When most people think of a city having a renaissance, Detroit does not likely come to mind. Sure, it has its iconic Renaissance Center, headquarters of General Motors (GM), but the view of Detroit, and Michigan in general, is of a city and state in decline. That view is not entirely unfounded. Detroit's population in the mid-20th century was nearly 2 million; today it's just north of 700,000.
But before you write off Detroit and the entire state of Michigan as economic wastelands, I can tell you from personal observation that Detroit is undergoing a renaissance. I recently visited Detroit's waterfront, which is three miles of beautifully revitalized recreational walkways and bikeways. This waterfront is leading the way to the revitalization of the city. The city is on the rebound. (And I can't say enough about the food at the famous Slows Bar BQ, where I was invited to dine by the owner, Detroit entrepreneur Phillip Cooley.)
My overall impression of Detroit and Michigan is that the area's economy is undergoing a recovery. My visit got me interested in seeing if any publicly traded Michigan companies are perhaps undervalued and worth investing in.
Using the computerized guru strategies I created to find good investments (based on the investment strategies of well-known Wall Street strategists), I did found three Michigan-based companies, two in the Detroit area and one in Midland, worth considering.
The Midland stalwart is chemical giant Dow Chemical (DOW), which has customers in 160 countries and sales of $60 billion. This is a favorite of my James P. O'Shaughnessy strategy, which highlights Dow's large market cap of $35 billion, positive cash flow per share, large number of outstanding shares and huge sales. The strategy takes all the companies that pass over the hurdles I just mentioned and picks the top 50 based on their dividend yield. With a yield of 4.35%, Dow makes it into this elite group.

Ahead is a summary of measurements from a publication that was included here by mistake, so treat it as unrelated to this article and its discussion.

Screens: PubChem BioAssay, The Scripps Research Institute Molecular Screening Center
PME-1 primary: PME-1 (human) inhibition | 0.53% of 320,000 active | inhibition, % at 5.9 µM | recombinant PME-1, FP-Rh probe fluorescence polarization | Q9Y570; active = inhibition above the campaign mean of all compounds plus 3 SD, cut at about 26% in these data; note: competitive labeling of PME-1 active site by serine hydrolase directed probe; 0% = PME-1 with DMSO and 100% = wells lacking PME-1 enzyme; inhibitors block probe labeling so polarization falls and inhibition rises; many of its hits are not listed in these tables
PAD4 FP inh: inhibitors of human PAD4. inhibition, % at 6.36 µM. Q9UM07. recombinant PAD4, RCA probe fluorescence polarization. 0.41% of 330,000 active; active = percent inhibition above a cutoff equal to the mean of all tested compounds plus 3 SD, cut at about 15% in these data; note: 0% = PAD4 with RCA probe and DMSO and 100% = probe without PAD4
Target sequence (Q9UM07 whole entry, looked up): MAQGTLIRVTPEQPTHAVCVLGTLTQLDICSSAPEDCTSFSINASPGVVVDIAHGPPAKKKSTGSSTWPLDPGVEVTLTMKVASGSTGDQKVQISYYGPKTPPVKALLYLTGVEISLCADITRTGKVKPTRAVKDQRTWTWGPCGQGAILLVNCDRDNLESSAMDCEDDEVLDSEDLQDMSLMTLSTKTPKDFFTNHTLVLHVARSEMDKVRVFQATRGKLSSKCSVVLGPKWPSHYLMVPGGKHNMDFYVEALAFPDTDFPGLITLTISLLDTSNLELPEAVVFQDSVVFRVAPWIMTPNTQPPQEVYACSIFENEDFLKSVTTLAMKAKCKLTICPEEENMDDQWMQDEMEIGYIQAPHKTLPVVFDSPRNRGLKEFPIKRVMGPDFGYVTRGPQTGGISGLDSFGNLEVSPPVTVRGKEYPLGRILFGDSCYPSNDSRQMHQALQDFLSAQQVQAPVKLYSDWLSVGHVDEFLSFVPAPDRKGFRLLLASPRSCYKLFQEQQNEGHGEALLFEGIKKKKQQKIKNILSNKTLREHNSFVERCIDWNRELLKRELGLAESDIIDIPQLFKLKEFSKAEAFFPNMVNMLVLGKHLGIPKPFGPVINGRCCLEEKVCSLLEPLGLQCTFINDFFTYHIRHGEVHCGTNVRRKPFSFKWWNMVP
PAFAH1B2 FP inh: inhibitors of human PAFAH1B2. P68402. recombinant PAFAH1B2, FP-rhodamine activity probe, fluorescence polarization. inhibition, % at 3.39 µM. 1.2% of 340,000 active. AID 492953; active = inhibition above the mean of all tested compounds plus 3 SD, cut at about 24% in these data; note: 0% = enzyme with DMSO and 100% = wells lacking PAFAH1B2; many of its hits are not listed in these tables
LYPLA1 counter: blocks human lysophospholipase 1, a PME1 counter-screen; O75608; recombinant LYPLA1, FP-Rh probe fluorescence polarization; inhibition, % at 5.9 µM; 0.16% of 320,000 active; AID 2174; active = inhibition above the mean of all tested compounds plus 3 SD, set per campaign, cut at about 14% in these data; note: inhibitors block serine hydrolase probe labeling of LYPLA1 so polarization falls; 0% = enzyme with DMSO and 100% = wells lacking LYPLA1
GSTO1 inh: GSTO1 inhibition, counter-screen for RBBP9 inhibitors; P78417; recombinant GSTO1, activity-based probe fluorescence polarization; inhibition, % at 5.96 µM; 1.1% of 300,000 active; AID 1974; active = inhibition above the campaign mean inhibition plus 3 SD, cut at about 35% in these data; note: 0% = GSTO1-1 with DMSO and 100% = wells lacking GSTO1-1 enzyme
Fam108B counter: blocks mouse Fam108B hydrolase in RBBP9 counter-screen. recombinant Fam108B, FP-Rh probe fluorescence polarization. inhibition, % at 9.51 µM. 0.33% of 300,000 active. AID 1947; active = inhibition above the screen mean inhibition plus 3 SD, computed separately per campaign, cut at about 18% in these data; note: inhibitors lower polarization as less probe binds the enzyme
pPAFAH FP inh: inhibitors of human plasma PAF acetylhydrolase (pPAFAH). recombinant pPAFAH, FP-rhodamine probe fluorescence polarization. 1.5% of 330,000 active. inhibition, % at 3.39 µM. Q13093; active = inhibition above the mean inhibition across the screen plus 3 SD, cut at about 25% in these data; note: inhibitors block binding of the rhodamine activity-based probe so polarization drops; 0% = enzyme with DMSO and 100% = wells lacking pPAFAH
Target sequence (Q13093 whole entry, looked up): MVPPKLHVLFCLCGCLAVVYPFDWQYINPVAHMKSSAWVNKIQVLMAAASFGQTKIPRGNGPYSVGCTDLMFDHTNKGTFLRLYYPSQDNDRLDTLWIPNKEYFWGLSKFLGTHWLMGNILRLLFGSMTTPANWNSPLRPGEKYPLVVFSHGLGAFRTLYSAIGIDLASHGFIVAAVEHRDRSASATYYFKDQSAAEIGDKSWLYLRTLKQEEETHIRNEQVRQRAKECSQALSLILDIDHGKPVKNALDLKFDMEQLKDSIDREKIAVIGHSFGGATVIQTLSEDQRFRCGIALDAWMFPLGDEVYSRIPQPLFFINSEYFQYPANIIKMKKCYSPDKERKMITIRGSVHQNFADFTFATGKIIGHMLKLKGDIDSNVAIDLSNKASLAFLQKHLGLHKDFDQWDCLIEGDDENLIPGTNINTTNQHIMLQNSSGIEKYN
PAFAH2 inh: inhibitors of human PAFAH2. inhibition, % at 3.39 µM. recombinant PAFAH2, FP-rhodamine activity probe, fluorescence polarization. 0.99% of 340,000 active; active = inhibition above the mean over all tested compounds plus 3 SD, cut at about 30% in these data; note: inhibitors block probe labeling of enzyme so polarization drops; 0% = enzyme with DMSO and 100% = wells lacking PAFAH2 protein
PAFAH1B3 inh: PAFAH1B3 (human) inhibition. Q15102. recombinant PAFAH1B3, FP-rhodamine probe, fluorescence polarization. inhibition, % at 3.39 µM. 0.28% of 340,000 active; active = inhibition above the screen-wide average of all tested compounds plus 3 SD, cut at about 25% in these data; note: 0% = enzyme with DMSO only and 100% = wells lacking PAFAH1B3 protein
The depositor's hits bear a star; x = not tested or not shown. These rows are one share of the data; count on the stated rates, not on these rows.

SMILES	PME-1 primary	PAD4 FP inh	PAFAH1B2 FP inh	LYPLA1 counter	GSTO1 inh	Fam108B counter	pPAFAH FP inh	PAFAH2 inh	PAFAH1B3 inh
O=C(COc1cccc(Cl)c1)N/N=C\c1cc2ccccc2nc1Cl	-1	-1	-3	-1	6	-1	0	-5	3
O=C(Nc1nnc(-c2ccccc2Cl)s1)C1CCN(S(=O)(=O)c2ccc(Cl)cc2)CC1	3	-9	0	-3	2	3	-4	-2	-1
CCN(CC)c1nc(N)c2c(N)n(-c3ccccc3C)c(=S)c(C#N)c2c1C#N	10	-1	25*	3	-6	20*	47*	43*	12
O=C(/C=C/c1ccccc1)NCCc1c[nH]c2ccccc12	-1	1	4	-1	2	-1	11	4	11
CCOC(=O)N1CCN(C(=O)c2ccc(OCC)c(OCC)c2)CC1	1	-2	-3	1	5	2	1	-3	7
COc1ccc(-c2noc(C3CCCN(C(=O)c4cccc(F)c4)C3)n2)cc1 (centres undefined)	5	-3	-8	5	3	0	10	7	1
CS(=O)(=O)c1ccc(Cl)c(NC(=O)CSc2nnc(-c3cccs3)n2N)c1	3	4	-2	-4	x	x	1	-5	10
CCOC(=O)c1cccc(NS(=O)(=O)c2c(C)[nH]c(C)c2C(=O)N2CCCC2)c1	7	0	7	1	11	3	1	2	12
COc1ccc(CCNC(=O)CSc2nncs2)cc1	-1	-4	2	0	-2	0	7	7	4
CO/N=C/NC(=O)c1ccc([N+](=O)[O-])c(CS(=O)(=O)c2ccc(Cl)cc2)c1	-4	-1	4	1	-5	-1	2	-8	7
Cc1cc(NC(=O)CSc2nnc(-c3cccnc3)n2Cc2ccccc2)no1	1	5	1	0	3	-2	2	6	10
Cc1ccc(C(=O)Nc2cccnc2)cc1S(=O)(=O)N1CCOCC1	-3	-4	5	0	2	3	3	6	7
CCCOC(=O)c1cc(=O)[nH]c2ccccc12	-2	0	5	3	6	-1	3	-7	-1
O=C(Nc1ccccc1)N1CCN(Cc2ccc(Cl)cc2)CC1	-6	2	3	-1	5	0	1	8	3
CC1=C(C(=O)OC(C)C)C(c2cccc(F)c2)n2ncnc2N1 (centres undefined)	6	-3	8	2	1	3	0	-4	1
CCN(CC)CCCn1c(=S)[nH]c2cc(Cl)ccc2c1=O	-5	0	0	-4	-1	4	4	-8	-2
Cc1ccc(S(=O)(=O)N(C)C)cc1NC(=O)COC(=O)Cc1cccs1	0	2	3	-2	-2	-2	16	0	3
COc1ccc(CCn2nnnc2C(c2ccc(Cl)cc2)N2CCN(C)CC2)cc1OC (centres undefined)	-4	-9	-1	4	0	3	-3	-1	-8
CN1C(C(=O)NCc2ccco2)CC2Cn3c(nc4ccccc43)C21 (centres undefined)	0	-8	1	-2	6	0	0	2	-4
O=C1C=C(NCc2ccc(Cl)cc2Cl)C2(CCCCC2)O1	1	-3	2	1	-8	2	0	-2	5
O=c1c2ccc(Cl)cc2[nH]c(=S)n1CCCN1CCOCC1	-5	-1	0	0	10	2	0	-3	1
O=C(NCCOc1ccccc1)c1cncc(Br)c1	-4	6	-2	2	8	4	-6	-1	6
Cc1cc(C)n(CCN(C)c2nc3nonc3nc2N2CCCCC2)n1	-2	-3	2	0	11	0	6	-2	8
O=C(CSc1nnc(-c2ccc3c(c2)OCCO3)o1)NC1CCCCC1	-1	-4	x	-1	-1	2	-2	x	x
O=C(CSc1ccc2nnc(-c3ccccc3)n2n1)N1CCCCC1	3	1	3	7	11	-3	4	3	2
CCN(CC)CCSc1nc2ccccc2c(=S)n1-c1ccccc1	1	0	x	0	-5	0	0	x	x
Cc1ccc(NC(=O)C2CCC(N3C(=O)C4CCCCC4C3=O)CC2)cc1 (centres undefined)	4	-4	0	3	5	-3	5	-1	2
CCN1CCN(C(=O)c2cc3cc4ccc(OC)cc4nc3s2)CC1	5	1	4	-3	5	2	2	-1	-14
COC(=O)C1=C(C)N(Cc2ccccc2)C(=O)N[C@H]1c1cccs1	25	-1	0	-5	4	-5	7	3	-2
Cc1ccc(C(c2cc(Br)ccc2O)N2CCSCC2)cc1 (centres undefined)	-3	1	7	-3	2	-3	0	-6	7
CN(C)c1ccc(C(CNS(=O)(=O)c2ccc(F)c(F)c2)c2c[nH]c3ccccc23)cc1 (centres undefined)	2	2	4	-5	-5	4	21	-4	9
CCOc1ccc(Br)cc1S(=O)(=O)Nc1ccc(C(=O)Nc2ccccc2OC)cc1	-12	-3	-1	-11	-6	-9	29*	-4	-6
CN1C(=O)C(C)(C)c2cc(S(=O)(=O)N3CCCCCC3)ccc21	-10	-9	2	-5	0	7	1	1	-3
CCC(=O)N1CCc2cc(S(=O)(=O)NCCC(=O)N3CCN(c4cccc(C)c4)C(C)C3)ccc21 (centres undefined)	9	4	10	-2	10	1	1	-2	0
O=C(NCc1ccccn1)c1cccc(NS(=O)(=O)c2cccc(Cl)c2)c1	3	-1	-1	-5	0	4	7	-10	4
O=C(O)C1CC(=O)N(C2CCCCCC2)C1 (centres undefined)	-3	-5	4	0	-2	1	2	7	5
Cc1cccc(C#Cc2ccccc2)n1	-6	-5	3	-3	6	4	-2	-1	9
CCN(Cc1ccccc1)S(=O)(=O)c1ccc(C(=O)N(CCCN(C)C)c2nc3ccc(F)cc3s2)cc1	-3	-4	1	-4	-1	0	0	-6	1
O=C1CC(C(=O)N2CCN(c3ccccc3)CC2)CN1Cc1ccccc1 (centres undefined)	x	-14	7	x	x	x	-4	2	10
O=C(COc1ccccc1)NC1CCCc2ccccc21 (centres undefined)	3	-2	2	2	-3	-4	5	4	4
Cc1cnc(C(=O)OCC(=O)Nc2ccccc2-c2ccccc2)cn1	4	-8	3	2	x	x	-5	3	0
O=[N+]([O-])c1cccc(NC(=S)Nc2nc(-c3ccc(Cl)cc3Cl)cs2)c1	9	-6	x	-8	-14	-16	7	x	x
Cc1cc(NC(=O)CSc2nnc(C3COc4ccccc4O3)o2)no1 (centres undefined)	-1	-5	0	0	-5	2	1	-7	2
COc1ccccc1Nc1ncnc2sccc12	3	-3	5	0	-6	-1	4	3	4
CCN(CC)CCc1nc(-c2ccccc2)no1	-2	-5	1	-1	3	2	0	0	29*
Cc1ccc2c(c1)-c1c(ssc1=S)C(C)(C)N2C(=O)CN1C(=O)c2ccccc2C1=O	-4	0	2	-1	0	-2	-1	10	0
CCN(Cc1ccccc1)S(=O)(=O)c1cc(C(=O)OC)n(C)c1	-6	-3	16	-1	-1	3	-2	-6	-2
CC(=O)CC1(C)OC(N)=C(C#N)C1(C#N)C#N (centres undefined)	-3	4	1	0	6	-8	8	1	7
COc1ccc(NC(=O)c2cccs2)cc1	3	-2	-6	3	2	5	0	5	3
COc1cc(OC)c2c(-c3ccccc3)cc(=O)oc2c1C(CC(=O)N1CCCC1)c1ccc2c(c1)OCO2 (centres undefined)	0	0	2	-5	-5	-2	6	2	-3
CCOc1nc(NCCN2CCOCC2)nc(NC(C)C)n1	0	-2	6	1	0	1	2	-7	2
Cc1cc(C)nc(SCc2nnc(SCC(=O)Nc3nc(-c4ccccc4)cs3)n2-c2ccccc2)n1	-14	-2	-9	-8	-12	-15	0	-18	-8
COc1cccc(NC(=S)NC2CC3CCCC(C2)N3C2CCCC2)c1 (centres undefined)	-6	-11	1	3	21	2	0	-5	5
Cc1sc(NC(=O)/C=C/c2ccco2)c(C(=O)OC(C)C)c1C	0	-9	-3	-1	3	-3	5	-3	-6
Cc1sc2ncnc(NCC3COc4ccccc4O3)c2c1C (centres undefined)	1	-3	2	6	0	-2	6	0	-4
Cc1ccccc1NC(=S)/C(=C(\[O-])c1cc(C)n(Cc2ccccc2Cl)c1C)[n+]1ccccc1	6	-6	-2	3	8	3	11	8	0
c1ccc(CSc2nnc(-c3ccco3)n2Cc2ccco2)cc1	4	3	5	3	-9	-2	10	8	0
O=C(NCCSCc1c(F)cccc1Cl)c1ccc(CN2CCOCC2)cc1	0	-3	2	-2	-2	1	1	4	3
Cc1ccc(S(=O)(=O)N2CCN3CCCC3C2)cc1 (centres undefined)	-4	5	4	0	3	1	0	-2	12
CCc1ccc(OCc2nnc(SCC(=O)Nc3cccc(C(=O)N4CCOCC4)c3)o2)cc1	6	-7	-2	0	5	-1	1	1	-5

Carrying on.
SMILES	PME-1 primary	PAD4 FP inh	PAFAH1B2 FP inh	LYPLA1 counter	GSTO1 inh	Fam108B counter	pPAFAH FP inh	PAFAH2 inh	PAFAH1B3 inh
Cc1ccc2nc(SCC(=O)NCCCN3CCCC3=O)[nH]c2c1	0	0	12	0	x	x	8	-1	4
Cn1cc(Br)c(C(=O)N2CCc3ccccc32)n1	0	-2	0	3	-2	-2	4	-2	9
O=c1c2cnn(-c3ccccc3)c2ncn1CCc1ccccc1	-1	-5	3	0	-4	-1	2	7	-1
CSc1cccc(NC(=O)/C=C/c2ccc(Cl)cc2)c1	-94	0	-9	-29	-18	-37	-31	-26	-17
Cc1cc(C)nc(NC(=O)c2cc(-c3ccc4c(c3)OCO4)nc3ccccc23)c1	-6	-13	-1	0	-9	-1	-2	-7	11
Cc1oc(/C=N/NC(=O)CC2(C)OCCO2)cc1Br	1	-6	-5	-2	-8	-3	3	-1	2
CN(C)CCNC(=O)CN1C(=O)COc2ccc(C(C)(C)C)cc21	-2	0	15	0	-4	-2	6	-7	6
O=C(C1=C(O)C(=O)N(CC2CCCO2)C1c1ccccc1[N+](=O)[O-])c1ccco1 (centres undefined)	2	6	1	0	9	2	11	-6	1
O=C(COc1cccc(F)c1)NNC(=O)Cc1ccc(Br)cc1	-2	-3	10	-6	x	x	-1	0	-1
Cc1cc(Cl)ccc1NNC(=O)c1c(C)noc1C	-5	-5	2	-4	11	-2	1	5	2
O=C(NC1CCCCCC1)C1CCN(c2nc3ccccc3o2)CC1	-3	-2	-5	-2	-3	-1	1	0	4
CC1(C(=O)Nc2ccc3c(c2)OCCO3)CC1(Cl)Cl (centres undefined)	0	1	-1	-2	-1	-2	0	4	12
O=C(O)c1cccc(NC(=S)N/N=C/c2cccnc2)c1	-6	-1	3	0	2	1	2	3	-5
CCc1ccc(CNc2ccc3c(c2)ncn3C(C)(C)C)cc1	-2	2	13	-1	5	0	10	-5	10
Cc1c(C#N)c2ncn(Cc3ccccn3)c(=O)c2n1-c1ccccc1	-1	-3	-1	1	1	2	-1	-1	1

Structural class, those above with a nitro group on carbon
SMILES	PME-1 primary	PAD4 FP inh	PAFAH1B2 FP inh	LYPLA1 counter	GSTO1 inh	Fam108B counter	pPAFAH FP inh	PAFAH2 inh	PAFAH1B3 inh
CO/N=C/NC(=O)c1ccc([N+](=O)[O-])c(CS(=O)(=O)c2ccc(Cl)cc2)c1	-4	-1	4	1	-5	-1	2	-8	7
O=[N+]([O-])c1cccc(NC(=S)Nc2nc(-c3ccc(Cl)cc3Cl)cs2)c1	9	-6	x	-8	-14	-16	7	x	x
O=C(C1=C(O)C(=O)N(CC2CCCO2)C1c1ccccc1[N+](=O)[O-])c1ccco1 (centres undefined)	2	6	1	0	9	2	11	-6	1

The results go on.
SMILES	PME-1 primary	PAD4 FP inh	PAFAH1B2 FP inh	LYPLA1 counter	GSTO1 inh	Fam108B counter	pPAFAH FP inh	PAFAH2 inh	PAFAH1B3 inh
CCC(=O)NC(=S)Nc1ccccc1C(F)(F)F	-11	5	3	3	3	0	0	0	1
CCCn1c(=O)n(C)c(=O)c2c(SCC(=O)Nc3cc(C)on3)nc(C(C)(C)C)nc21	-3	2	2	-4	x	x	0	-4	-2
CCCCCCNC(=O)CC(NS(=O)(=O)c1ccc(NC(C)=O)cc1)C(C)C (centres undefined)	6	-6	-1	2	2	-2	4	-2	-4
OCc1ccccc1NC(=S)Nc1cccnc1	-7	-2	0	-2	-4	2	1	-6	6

Autoliv (ALV), a Swedish-American company with U.S. headquarters in the Detroit suburb of Auburn Hills, makes automotive safety systems such as airbags and seat belts. The company claims to have a bit more than a third of the global market for car-occupant-restraint products. I applied a strategy I devised based on Peter Lynch's investment approach, and it indicates that now is the time to make Autoliv a safe investment haven. This strategy uses the price-earnings-growth ratio, which is PE relative to growth and measures how much the investor is paying for that growth. Autoliv's PEG is a very strong 0.50 (up to 1.0 is acceptable). The company's low debt level is also a factor in this Lynch-based analysis.
Valassis Communications (VCI) is based in the Detroit suburb of Livonia. A media and marketing services company, it delivers coupons and other marketing via traditional mail, newspapers, the Internet and in stores. Its best-known advertising platform is RedPlum, and the company claims to reach 100 million households each week. Joel Greenblatt devised a two-variable strategy that I have automated. One variable is earnings yield, and the second is return on total capital. The strategy ranks stocks by each variable from among all the stocks in our database, and then creates a final ranking. Of the thousands of stocks in our database, according to the Greenblatt strategy, Valassis ranks a strong 35.
So don't believe everything you read; reports of the economic demise of Detroit and Michigan are a case in point.